Here’s the first calculation using the law of cosines – we can see that the 3rd side does indeed equal roughly 6.67

We should be able to get the other two angles from the law of sines, but what happens when we look for the value of the angle opposite the side with length 11?

Since the law of sines only tells us the sine of the angle, we actually have two choices – which one is right? Let’s try 97 first:

Seems close enough – what happens when we check 83?

Dang, that doesn’t work at all. In fact, the side that has length 8 would have to have a length of about 9.6 to satisfy the law of sines.

But, are the two triangles related in some way? One cool relationship comes from the “extended law of sines” that says for any triangle:

A / Sin(a) = B / Sin(b) = C / Sin(c) = 2R, where R is the radius of the circumcircle.

We can check on Wolfram Alpha that the circumcircle for each of the two triangles has the same radius:

I have a soft spot for the extended law of sines because talking about it was one of the first videos that I ever put on youtube:

Here the extended law of sines tells us that although the two triangles have some different sides and angles, they can be inscribed in the same circle. Pretty neat 🙂

I think this would be a really fun problem to share with a trig class.

4 thoughts on “A neat question to share with a trig class from Mary Bourassa”

Ok (deep breath) I would usually try to work through this and see where I am making a mistake in my thinking, but I can’t get past first step where you do, c^2 = 11^2 + 8^2 . It seems to me that c in the triangle shown is not the hypotenuse, so c = 7.549. I thought maybe that the triangle is not drawn to scale, so I drew it out, and there is no way c is the hypotenuse. Like I said, I didn’t work through this, so if you addresses this in later steps, oops.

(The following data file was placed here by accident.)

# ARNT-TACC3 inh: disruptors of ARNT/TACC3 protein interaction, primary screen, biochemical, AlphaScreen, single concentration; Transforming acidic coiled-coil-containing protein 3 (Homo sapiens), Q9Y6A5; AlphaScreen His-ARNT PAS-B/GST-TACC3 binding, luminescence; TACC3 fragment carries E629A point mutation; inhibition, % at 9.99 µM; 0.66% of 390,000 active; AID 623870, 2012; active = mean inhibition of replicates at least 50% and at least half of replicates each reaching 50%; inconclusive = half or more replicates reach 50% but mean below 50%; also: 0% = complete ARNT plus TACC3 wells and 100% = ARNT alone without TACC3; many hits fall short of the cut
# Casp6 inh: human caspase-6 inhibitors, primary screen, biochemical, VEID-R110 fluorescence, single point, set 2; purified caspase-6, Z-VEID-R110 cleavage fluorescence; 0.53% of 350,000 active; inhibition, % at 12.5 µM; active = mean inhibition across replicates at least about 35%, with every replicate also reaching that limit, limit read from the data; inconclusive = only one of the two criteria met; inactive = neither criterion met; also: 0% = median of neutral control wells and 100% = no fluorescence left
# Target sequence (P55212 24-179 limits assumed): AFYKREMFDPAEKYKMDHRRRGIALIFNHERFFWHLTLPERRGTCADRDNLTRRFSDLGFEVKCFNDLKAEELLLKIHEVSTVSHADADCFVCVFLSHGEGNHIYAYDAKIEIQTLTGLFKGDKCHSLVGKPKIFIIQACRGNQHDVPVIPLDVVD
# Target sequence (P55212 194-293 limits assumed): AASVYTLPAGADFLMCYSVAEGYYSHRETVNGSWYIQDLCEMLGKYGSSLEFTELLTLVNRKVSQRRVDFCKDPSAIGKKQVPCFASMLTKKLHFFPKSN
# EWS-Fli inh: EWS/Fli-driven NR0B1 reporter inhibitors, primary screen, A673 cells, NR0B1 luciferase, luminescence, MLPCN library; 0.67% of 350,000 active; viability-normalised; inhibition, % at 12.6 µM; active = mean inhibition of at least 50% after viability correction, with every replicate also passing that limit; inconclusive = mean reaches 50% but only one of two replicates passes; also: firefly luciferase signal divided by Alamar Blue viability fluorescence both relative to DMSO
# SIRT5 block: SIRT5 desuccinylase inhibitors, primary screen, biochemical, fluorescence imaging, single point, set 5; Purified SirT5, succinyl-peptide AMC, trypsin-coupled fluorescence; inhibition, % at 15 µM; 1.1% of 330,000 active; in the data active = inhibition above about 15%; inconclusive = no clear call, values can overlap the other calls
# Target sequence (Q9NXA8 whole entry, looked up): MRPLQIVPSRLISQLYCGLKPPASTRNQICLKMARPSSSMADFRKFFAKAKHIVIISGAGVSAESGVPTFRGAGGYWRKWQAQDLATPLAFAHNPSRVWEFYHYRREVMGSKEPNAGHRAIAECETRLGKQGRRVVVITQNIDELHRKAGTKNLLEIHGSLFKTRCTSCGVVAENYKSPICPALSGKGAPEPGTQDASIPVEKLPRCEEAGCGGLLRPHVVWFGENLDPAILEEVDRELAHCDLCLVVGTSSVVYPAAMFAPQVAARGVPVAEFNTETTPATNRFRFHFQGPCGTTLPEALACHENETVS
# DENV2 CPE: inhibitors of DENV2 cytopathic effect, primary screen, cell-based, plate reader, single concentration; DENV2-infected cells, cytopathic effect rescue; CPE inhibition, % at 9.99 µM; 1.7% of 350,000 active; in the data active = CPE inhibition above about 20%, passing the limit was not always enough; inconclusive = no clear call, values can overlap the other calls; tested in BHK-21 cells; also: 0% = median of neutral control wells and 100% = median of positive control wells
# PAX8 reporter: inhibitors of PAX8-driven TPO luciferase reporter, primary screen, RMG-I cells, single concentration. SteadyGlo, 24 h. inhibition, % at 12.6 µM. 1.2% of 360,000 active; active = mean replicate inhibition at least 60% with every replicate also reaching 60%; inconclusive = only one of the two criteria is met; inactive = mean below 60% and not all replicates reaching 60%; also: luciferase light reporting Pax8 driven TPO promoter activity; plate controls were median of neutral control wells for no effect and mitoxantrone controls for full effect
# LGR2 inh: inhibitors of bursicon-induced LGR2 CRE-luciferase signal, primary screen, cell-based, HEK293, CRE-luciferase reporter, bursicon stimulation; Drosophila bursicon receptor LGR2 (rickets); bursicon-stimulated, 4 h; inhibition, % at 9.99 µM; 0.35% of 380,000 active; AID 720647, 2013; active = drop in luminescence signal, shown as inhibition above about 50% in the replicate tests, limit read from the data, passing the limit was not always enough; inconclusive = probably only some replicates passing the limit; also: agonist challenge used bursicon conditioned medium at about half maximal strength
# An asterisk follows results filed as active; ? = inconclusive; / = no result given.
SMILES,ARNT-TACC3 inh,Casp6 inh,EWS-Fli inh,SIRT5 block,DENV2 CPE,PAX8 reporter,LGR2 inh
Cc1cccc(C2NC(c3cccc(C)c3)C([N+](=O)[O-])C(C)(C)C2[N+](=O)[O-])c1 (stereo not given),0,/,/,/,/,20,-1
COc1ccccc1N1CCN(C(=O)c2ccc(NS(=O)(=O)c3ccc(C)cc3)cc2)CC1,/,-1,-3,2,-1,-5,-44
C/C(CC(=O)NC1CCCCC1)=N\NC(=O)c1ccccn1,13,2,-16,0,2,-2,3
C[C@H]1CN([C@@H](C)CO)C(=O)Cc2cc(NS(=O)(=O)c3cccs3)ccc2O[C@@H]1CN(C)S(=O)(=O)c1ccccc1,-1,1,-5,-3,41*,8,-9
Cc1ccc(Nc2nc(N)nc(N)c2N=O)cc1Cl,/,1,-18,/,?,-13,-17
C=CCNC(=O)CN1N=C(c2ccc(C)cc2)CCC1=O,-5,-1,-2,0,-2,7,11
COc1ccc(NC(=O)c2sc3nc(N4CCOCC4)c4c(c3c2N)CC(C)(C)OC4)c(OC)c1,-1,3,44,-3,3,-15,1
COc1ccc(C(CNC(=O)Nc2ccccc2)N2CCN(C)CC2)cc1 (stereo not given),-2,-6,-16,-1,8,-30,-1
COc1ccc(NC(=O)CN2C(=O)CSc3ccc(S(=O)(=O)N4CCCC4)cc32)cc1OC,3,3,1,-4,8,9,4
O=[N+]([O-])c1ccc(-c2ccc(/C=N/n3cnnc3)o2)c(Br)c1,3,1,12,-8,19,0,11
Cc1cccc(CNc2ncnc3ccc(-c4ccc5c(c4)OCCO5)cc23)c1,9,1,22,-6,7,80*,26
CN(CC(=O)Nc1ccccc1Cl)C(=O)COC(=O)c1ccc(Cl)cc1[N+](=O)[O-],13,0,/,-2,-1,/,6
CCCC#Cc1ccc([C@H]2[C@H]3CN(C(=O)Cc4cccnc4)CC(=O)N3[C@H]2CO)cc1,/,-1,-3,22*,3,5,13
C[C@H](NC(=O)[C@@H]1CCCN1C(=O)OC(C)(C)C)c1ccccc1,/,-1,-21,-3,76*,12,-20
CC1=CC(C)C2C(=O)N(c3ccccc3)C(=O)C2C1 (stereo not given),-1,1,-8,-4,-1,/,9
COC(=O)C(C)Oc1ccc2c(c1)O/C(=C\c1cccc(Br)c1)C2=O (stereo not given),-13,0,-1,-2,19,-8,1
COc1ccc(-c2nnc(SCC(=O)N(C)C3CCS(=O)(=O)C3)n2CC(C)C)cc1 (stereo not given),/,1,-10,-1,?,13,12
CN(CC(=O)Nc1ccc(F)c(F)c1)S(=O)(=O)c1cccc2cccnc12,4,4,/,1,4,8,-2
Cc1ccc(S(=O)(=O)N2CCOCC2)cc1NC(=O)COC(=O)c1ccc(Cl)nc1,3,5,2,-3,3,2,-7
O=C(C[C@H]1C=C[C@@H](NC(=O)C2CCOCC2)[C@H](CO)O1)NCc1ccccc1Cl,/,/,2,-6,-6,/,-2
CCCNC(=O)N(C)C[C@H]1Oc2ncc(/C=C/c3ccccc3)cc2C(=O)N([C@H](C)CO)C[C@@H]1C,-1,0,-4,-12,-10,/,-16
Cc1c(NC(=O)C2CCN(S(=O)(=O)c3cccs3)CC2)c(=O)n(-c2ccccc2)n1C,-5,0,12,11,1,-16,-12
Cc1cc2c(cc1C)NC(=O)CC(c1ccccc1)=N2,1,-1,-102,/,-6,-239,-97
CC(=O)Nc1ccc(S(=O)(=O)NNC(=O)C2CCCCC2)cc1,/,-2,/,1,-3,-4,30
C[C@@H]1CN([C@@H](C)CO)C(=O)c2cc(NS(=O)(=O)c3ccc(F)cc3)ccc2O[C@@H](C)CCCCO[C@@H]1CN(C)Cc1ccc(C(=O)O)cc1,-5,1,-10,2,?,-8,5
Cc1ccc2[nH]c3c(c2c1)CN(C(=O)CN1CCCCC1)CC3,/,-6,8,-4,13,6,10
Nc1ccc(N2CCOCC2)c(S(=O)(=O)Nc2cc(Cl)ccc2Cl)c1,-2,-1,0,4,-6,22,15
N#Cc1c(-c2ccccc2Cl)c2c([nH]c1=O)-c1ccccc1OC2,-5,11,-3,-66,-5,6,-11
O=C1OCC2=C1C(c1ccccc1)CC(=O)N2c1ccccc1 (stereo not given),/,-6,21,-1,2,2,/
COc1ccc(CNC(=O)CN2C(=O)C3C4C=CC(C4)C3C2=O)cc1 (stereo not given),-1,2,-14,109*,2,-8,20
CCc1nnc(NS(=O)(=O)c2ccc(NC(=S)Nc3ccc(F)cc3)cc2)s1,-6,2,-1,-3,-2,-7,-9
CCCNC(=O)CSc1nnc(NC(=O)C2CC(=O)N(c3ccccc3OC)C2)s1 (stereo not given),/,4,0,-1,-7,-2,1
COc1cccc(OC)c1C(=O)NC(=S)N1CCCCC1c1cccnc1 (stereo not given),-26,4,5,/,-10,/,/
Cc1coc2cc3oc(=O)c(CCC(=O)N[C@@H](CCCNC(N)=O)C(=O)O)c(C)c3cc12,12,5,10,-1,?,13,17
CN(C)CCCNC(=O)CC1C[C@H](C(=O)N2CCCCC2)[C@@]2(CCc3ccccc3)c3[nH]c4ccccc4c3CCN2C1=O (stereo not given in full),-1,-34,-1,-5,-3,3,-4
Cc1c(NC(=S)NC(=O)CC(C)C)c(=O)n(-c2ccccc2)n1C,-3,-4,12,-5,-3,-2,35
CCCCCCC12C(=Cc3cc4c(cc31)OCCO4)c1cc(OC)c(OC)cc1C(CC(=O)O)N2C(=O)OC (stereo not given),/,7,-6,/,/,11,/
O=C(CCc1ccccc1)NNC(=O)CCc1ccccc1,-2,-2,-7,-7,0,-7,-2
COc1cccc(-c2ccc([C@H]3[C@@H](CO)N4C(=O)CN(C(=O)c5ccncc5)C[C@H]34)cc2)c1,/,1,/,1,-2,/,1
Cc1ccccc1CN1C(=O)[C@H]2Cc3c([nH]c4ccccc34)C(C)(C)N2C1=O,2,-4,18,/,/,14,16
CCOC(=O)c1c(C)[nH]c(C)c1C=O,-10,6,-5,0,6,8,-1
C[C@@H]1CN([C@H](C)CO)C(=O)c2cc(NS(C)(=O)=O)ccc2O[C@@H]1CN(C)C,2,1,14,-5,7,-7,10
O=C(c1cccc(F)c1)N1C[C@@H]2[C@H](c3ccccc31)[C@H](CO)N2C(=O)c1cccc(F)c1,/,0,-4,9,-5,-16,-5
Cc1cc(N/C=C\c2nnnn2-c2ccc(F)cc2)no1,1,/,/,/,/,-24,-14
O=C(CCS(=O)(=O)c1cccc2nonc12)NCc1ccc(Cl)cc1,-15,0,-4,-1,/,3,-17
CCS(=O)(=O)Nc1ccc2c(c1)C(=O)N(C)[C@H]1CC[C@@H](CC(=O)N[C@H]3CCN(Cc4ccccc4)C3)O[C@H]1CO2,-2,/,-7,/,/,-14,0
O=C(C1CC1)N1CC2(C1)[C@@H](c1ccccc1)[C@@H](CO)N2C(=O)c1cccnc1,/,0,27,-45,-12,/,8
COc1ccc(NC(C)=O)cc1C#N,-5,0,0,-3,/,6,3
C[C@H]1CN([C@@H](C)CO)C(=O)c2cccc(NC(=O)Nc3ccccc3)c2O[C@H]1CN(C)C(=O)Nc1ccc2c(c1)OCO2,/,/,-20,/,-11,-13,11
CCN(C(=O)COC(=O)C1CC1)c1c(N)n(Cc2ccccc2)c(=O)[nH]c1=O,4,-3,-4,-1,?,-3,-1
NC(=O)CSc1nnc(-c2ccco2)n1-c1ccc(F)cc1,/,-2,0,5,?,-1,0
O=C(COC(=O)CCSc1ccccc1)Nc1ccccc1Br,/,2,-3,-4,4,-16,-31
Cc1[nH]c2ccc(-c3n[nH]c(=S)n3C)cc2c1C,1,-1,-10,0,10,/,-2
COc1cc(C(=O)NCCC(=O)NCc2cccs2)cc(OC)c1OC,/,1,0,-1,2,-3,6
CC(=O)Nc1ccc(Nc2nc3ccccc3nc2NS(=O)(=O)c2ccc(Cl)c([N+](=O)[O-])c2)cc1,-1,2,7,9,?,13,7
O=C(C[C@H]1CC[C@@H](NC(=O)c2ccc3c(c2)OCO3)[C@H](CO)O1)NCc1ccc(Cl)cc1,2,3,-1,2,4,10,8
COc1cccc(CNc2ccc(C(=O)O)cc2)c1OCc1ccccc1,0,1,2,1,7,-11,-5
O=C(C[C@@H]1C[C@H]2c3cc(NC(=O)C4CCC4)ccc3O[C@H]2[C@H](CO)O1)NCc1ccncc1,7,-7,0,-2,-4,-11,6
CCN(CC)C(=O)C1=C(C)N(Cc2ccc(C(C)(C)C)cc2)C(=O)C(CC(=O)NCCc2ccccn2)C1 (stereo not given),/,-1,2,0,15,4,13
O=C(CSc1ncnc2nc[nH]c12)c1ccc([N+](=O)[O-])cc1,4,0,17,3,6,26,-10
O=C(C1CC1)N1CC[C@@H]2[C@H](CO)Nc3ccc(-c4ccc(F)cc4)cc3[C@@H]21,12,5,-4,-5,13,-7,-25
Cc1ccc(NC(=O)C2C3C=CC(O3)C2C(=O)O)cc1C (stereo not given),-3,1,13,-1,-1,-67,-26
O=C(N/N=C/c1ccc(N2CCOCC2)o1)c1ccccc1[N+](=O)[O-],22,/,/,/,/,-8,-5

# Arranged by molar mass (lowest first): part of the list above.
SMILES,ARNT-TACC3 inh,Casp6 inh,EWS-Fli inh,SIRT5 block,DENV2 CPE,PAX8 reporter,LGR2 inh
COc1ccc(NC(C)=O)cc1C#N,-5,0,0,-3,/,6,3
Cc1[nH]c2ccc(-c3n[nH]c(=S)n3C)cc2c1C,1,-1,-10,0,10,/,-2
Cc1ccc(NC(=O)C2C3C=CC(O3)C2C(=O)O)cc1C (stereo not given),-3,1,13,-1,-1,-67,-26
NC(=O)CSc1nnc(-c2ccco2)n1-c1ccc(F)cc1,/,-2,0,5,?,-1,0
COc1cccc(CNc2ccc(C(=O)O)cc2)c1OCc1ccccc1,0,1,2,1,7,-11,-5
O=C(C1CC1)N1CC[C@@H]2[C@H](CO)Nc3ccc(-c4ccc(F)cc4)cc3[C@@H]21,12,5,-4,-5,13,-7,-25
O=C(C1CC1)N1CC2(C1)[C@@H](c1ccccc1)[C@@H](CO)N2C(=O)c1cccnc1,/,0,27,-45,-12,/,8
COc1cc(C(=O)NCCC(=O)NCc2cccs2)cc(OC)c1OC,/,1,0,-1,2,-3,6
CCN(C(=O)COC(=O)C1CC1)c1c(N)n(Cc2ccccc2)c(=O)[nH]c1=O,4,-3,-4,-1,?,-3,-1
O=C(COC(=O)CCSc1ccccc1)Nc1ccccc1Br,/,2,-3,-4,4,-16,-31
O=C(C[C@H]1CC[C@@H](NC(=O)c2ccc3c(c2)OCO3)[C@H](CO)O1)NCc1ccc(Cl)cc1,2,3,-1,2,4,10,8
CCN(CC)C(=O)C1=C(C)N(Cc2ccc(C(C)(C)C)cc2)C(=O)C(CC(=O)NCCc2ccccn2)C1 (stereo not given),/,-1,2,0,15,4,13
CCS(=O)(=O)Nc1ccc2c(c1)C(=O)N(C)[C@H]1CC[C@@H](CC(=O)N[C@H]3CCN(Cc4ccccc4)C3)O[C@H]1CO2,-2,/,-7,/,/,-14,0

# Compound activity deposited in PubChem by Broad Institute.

Your white equation is clear enough, I can see that now; I’m not fluent enough in trig to have made that connection. I just stopped in my tracks using Pythagorean. and getting
a different measurement than 6.67. Oh, but now I’m remembering, the Pythagorean is for 90 degree triangles…blush.

Another good line of questioning for the trig class is how we could tell that angle B has to be larger than 90 degrees?

In addition to Mike’s test, two other ways to reason start with noticing
(1) 11 cos(37deg) > 8
(2) Once you calculate c, sqrt(121-64) > c

Ok (deep breath) I would usually try to work through this and see where I am making a mistake in my thinking, but I can’t get past first step where you do, c^2 = 11^2 + 8^2 . It seems to me that c in the triangle shown is not the hypotenuse, so c = 7.549. I thought maybe that the triangle is not drawn to scale, so I drew it out, and there is no way c is the hypotenuse. Like I said, I didn’t work through this, so if you addresses this in later steps, oops.

Sorry, I should have been more clear. That step is the law of cosines which says:

C^2 = A^2 + B^2 – 2*A*B*cos(c)

So, the second line of the formula in the whiteboard is part of the calculation, too.

Your white equation is clear enough, I can see that now; I’m not fluent enough in trig to have made that connection. I just stopped in my tracks using Pythagorean. and getting

a different measurement than 6.67. Oh, but now I’m remembering, the Pythagorean is for 90 degree triangles…blush.

Another good line of questioning for the trig class is how we could tell that angle B has to be larger than 90 degrees?

In addition to Mike’s test, two other ways to reason start with noticing

(1) 11 cos(37deg) > 8

(2) Once you calculate c, sqrt(121-64) > c